Who wants to be a patient?
Do you? Is that something to which you aspire?
How many times do you wake up and say “You know, I hope I become a patient today. The wait is killing me.”?
We’re just people. This is life, and life bring problems which – one way or another – become our problems.
Fortunately, we have people curious and passionate and smart enough to take stabs at solving those problems. They are given names, like doctor, nurse, biologist, advocate.
None of us wants to be a patient.
This language, this way of speaking, is a consequence of the industrial age – the time when things needed to be neatly categorized and packaged. The world of the neatly-packaged, squarely-folded, factory-made cracker with no salt is coming to its end.
Healthcare marketers would be wise to avoid questions like “What do patients want?”.
Who knows what they want? They could want anything.
I don’t know what they want. I don’t even know what I want as a patient because I don’t know what condition I might have at any given moment. My frame of mind and focus on my needs/wants depends on what happens.
I do know that we want empathy.
I do know that we want competence.
I do know that we want ethical conduct.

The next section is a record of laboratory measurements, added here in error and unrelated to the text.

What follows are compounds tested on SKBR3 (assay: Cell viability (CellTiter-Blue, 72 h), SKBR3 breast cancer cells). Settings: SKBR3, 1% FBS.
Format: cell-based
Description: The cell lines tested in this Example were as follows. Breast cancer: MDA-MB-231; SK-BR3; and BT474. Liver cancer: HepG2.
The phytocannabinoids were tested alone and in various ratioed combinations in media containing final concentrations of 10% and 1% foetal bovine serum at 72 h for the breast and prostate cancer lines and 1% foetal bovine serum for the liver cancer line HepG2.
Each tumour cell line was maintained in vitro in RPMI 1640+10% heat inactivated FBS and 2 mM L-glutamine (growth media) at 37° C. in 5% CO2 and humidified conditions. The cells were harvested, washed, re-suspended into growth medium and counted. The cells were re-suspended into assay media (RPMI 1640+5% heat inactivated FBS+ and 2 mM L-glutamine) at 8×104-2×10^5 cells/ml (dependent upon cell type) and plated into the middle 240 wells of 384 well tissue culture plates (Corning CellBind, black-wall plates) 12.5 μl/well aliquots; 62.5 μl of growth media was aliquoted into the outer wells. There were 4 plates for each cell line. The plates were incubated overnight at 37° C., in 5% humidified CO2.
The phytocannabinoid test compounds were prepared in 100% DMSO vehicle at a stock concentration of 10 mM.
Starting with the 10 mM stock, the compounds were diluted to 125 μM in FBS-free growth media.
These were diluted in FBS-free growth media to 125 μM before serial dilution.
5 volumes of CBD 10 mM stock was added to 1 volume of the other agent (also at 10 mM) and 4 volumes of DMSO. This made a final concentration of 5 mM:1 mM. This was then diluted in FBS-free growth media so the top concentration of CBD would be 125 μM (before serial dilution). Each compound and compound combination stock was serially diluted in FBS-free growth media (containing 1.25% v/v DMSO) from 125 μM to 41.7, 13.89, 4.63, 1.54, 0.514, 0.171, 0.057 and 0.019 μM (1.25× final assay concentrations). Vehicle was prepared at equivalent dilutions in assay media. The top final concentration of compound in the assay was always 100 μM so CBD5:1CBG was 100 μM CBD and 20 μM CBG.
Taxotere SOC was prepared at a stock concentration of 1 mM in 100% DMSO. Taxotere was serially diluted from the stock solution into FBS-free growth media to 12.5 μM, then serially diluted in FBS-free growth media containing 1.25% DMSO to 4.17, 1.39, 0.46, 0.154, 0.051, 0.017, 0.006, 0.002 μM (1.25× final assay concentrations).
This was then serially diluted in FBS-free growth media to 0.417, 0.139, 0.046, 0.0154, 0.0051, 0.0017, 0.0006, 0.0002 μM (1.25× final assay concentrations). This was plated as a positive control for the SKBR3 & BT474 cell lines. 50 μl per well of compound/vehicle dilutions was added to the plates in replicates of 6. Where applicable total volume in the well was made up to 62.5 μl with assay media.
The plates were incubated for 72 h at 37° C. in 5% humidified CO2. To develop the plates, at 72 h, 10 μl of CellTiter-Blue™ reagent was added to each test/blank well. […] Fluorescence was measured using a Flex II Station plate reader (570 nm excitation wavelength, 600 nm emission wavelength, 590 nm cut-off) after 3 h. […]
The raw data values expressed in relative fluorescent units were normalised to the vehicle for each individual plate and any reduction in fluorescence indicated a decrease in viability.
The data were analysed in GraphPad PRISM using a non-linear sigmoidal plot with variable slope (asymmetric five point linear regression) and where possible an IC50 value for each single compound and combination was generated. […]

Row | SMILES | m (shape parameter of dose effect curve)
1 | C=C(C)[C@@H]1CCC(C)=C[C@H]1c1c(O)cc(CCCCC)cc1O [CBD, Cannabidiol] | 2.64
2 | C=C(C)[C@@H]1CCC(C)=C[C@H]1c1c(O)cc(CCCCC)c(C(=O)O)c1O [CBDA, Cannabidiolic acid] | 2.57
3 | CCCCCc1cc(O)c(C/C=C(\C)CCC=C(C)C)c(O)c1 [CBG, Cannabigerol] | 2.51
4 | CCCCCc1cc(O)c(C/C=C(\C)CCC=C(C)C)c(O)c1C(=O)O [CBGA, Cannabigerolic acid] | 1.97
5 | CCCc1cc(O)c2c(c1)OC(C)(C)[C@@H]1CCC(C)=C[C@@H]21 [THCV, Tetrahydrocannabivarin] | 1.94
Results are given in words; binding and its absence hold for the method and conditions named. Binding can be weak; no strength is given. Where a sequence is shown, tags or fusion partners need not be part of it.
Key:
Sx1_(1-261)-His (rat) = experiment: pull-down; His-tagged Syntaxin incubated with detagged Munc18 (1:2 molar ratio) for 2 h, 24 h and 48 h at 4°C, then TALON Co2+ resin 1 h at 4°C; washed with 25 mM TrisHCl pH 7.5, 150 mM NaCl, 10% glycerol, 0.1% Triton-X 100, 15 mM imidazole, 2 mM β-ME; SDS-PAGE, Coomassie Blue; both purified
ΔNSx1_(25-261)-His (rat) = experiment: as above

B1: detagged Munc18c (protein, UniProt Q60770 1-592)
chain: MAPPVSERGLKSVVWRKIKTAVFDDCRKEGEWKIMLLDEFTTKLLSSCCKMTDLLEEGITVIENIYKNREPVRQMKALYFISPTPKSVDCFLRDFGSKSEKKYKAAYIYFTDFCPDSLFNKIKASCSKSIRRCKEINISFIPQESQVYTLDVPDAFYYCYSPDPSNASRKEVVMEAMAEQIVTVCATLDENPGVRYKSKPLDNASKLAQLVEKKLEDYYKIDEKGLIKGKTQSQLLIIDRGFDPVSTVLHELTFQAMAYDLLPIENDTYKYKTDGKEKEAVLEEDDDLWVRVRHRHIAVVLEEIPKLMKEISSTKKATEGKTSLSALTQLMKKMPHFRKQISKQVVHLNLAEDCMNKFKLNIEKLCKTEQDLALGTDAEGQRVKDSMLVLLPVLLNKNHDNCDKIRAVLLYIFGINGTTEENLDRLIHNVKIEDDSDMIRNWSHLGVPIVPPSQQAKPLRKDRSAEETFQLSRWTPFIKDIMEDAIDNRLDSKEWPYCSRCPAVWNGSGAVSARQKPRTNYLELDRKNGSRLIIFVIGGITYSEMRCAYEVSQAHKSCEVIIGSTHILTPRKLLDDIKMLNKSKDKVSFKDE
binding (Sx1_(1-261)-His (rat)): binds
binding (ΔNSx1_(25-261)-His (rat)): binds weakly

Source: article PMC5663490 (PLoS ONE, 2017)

Fun too, if possible.
Healthcare marketers need to think in terms of problems and solutions. Forget “patient”. Ditch the term from your thinking – it’s practically meaningless, and will only lead to Powerpoint water-boarding in tortuous proposal meetings.
Feel free to use the term, just don’t let it get in the way of knowing the people behind the word.
Knowing demographics and doing bread-and-butter market research are well-advised activities.
Just keep the language reality-appropriate. (There’s a new phrase for you: reality-appropriate.)
A patient is someone who waits for nothing to happen.
You do know that’s why “patients” are called “patients”, right?
We are not all patients.
We are all people.
Communicate with people, not patients.
What are you waiting for?
@PhilBaumann – @HealthIsSocial – Newsletter